Format

Send to

Choose Destination
See comment in PubMed Commons below
J Clin Endocrinol Metab. 2008 Dec;93(12):4743-8. doi: 10.1210/jc.2008-0957. Epub 2008 Oct 7.

Predictors of calcium retention in adolescent boys.

Author information

  • 1Purdue University, Foods and Nutrition, 700 W State Street, West Lafayette, Indiana 47907-2059, USA.

Abstract

CONTEXT:

The relationship between calcium (Ca) intake and Ca retention in adolescent boys was recently reported.

OBJECTIVE:

This study evaluated the influence of Ca intake, serum hormone levels, biomarkers of bone metabolism, habitual physical activity, habitual Ca intake, and physical fitness on Ca retention in the same sample.

DESIGN:

This study was a randomized, cross-over design that consisted of two 3-wk metabolic balance periods.

SETTING:

The study took place on a university campus as a summer camp.

PATIENTS OR OTHER PARTICIPANTS:

A total of 31 American white boys (13-15 yr) participated in the study.

INTERVENTIONS:

Each subject consumed a controlled diet with one of five high-low Ca intake pairs that ranged from 670-2003 mg/d, which was manipulated utilizing a fortified beverage.

MAIN OUTCOME MEASURES:

Ca retention was determined by Ca intake minus urinary and fecal Ca excretion during each balance period.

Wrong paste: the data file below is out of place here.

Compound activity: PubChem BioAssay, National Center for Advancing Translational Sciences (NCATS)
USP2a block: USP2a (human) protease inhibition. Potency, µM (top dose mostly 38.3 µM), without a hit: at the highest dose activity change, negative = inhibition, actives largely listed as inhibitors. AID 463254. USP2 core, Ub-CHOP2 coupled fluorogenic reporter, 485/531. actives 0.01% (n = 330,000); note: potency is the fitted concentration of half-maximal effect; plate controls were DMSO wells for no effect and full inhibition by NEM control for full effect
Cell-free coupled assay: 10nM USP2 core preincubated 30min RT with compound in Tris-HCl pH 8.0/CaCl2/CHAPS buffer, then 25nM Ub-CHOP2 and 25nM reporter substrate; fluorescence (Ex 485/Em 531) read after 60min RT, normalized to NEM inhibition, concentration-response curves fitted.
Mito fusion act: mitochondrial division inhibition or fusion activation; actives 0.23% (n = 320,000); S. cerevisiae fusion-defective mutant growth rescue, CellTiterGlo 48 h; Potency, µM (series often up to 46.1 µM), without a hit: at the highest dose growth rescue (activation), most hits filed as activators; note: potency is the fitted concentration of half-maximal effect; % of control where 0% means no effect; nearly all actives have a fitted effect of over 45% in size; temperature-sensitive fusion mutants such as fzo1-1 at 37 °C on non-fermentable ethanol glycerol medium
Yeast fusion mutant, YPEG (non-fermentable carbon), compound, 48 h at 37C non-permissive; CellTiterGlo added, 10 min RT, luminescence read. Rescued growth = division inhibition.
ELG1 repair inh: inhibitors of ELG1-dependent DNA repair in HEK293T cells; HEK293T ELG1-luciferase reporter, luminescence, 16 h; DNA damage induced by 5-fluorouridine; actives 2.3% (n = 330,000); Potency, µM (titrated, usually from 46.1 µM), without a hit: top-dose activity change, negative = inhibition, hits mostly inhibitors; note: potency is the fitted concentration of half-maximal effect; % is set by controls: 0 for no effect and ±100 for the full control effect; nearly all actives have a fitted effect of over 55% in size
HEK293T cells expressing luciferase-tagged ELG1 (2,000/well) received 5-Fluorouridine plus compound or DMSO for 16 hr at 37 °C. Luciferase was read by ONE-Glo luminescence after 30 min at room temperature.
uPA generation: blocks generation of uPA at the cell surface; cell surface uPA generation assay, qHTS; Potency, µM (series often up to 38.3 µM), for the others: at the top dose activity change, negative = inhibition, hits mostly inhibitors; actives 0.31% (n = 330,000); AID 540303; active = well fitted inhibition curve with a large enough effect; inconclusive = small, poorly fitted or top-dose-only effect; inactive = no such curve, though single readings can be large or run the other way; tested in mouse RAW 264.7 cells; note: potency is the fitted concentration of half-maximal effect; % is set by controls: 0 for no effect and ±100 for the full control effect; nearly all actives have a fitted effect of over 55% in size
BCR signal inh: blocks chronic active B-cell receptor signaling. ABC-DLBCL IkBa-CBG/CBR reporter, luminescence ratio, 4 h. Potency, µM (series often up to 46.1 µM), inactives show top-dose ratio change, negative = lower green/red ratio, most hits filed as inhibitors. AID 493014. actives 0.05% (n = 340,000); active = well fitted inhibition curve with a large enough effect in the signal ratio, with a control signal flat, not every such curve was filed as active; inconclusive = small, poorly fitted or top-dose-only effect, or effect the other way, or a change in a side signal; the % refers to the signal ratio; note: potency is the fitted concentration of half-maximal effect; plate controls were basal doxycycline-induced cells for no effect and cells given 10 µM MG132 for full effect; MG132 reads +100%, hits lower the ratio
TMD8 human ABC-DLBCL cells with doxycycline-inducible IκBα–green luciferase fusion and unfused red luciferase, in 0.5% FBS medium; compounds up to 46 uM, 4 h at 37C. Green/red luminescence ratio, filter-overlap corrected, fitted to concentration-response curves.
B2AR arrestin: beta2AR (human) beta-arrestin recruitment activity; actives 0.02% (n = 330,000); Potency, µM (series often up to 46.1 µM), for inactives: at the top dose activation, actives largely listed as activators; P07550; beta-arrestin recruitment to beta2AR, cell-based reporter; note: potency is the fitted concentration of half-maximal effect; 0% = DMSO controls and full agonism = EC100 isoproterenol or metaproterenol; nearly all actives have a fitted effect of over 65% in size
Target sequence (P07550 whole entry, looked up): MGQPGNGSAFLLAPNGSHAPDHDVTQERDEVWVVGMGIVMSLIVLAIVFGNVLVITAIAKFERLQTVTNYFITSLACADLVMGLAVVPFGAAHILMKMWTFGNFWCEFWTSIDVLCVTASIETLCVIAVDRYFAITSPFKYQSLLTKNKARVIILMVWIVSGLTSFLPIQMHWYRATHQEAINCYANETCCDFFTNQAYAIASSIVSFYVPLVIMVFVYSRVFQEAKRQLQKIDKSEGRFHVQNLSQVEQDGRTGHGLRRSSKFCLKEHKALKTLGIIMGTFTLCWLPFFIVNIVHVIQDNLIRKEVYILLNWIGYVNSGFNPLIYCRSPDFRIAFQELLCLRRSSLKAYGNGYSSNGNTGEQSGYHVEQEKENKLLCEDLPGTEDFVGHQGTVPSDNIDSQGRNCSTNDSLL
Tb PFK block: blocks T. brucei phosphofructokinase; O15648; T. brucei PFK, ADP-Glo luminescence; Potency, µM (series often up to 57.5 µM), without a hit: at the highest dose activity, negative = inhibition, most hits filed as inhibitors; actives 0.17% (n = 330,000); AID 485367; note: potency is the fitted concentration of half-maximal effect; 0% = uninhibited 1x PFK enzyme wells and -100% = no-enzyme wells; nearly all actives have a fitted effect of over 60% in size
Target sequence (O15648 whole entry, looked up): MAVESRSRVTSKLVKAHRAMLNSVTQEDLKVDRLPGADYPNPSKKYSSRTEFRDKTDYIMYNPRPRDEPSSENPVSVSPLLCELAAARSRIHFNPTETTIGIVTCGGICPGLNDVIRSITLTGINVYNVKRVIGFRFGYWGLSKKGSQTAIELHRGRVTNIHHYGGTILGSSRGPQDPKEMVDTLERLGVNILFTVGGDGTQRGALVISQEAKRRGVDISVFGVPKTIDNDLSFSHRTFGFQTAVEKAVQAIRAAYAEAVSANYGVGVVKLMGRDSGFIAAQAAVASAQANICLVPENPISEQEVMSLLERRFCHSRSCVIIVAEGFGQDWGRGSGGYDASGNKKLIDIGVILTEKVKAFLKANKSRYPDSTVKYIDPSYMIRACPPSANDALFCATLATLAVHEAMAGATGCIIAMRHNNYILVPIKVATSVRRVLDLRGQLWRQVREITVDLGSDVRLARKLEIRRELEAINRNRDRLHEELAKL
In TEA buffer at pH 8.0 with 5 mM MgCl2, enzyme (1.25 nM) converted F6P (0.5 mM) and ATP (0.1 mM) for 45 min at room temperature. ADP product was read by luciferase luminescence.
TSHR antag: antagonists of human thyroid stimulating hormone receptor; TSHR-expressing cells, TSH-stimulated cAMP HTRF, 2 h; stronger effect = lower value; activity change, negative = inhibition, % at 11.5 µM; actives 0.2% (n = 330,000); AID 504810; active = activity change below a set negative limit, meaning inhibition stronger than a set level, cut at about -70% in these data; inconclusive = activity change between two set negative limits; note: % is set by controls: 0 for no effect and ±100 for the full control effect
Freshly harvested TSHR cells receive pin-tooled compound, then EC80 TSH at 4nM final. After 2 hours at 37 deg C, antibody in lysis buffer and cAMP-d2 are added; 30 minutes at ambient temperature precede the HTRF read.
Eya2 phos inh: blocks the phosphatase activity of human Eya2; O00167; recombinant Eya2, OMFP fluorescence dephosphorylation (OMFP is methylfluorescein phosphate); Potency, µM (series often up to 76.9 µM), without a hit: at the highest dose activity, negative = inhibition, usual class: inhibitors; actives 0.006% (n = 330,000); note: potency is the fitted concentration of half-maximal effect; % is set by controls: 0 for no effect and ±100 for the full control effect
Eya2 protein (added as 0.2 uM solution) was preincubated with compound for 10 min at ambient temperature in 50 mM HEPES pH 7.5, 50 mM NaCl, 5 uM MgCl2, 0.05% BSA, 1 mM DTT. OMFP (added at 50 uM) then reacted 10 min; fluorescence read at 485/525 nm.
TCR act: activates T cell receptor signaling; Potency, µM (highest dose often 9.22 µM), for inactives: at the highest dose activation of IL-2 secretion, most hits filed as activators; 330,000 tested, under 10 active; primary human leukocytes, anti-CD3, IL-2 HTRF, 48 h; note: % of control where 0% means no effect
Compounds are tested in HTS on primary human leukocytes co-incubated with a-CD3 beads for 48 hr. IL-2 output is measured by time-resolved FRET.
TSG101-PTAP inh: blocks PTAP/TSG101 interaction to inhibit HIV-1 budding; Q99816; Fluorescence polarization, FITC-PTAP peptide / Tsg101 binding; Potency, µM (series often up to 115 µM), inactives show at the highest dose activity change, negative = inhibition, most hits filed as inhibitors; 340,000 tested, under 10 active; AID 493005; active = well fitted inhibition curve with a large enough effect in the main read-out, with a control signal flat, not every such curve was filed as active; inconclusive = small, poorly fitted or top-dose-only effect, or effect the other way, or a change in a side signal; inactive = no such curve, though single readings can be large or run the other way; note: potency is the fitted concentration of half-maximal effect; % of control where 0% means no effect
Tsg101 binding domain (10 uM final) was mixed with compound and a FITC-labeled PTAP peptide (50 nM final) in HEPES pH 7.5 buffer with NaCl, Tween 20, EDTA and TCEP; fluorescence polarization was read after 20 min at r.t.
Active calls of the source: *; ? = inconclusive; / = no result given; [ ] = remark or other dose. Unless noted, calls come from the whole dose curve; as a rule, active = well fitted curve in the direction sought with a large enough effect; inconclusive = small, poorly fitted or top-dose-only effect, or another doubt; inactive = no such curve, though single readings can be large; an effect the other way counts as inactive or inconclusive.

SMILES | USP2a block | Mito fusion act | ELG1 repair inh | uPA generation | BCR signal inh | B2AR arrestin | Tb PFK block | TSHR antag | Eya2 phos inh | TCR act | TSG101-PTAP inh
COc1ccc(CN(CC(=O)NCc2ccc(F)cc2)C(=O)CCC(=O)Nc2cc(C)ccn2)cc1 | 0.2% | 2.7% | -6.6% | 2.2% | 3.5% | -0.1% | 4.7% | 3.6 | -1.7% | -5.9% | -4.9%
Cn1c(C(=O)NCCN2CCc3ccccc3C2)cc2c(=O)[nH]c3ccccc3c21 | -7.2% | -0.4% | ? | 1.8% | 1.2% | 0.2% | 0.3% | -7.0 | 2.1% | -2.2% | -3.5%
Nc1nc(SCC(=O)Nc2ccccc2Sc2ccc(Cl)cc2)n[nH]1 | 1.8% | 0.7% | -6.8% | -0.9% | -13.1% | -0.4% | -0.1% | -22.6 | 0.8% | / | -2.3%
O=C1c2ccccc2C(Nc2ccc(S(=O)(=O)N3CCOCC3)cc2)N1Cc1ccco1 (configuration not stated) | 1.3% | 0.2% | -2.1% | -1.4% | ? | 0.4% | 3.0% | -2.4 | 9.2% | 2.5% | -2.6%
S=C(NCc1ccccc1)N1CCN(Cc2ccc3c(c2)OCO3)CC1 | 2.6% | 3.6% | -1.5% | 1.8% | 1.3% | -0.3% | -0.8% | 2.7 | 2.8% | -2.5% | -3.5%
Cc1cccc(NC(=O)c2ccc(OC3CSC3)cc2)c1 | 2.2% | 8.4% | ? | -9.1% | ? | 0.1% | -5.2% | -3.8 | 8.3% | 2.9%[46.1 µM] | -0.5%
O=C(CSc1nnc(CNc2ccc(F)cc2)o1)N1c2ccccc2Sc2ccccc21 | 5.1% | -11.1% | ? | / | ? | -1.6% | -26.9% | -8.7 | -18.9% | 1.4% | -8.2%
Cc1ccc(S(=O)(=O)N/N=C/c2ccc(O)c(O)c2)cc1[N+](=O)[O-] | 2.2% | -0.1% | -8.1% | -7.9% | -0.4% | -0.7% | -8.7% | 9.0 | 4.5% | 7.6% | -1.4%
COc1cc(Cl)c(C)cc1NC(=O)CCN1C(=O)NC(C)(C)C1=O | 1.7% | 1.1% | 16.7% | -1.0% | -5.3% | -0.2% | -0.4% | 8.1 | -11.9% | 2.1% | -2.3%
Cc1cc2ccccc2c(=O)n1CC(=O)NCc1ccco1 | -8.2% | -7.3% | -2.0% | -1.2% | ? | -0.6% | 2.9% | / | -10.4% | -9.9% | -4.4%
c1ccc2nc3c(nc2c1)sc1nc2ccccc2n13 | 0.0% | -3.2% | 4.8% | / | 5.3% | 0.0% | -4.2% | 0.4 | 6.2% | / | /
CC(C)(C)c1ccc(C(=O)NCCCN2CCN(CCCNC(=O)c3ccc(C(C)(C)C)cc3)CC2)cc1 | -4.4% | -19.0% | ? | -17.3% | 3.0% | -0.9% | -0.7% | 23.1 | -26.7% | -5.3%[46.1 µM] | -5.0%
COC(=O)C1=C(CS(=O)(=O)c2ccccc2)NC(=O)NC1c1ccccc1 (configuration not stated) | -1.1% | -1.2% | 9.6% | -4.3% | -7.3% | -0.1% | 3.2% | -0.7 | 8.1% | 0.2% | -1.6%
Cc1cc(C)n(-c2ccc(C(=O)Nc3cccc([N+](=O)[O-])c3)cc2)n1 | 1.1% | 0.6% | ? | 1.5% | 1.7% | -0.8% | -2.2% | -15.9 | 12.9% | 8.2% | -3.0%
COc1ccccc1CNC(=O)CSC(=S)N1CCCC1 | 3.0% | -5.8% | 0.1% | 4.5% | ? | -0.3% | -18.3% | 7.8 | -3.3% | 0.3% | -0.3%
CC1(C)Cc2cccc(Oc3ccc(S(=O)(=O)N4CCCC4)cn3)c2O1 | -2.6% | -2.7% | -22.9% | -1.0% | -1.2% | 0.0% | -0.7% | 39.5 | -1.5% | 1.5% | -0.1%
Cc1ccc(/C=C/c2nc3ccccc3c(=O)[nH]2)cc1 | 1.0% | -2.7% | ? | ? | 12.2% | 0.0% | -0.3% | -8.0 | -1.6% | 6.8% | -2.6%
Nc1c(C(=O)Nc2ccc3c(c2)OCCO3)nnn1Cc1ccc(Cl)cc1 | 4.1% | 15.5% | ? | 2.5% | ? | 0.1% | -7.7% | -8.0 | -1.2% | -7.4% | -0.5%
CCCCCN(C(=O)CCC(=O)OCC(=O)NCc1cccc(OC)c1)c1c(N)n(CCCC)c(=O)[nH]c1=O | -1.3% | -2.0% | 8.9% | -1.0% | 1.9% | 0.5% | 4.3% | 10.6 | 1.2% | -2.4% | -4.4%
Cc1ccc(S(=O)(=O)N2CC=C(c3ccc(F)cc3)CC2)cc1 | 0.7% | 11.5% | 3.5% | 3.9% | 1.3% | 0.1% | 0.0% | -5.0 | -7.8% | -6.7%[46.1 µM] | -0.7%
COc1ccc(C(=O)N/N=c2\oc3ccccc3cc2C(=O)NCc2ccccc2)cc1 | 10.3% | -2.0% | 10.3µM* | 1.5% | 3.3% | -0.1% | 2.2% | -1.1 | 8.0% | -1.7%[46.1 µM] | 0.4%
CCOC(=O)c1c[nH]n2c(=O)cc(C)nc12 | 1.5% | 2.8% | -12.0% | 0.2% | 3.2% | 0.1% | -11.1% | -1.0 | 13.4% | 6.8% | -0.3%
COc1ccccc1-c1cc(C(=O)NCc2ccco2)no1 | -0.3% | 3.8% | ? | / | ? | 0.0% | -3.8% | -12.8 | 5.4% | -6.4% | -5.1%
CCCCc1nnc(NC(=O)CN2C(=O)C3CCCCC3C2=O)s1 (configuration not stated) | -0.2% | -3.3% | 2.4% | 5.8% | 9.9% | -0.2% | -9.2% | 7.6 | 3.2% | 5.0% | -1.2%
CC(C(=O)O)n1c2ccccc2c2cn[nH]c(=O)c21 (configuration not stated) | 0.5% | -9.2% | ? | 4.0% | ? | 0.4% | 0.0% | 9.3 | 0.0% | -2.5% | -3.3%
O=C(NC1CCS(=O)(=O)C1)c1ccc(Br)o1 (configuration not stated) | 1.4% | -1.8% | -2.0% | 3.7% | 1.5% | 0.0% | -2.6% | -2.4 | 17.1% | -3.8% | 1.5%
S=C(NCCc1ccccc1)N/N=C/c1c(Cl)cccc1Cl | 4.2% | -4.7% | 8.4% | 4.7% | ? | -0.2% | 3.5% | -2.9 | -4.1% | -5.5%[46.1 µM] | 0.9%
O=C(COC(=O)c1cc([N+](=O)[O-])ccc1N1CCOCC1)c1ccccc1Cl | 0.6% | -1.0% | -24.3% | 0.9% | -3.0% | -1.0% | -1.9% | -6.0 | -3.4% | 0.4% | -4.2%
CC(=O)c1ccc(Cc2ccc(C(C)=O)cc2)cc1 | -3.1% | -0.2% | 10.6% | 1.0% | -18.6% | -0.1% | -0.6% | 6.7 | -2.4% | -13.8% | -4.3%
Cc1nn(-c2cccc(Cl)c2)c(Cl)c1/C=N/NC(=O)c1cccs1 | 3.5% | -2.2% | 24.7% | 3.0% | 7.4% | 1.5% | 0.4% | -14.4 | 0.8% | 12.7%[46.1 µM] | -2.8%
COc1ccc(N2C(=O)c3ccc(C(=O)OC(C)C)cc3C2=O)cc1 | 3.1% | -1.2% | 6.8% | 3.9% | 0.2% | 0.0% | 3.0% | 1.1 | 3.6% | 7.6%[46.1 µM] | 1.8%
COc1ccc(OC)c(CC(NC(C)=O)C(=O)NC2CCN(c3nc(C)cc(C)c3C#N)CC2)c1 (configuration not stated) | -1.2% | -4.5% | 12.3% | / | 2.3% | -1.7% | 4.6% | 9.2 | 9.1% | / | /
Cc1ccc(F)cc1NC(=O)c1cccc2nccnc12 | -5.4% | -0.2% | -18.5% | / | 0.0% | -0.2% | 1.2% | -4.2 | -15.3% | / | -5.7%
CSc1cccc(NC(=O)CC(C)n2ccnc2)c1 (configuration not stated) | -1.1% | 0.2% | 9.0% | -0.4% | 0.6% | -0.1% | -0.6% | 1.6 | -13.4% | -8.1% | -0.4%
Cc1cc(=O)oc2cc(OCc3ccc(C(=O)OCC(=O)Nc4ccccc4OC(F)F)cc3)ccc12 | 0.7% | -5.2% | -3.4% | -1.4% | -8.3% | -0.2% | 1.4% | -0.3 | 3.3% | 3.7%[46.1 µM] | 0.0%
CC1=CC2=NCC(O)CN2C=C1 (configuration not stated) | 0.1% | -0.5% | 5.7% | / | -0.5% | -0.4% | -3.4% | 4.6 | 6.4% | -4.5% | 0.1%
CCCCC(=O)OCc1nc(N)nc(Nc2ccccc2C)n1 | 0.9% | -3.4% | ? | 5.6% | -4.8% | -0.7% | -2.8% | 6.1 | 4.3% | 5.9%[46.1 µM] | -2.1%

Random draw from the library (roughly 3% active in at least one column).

RESULTS:

Ca intake explained 21.7% of the variability in Ca retention, and serum IGF-I concentration explained an additional 11.5%. Other serum hormone levels did not significantly add to the model. Biomarkers of bone metabolism, habitual physical activity, habitual Ca intake, and physical fitness were not significant predictors of Ca retention in adolescent boys.

CONCLUSIONS:

IGF-I, a regulator of growth during puberty, is an important predictor of Ca retention in adolescent boys. However, dietary Ca intake is an even greater predictor of Ca retention during this period of growth.

[PubMed - indexed for MEDLINE]
Free PMC Article
PubMed Commons home

PubMed Commons

0 comments
How to join PubMed Commons

    Supplemental Content

    Full text links

    Icon for Atypon Icon for PubMed Central
    Loading ...
    Write to the Help Desk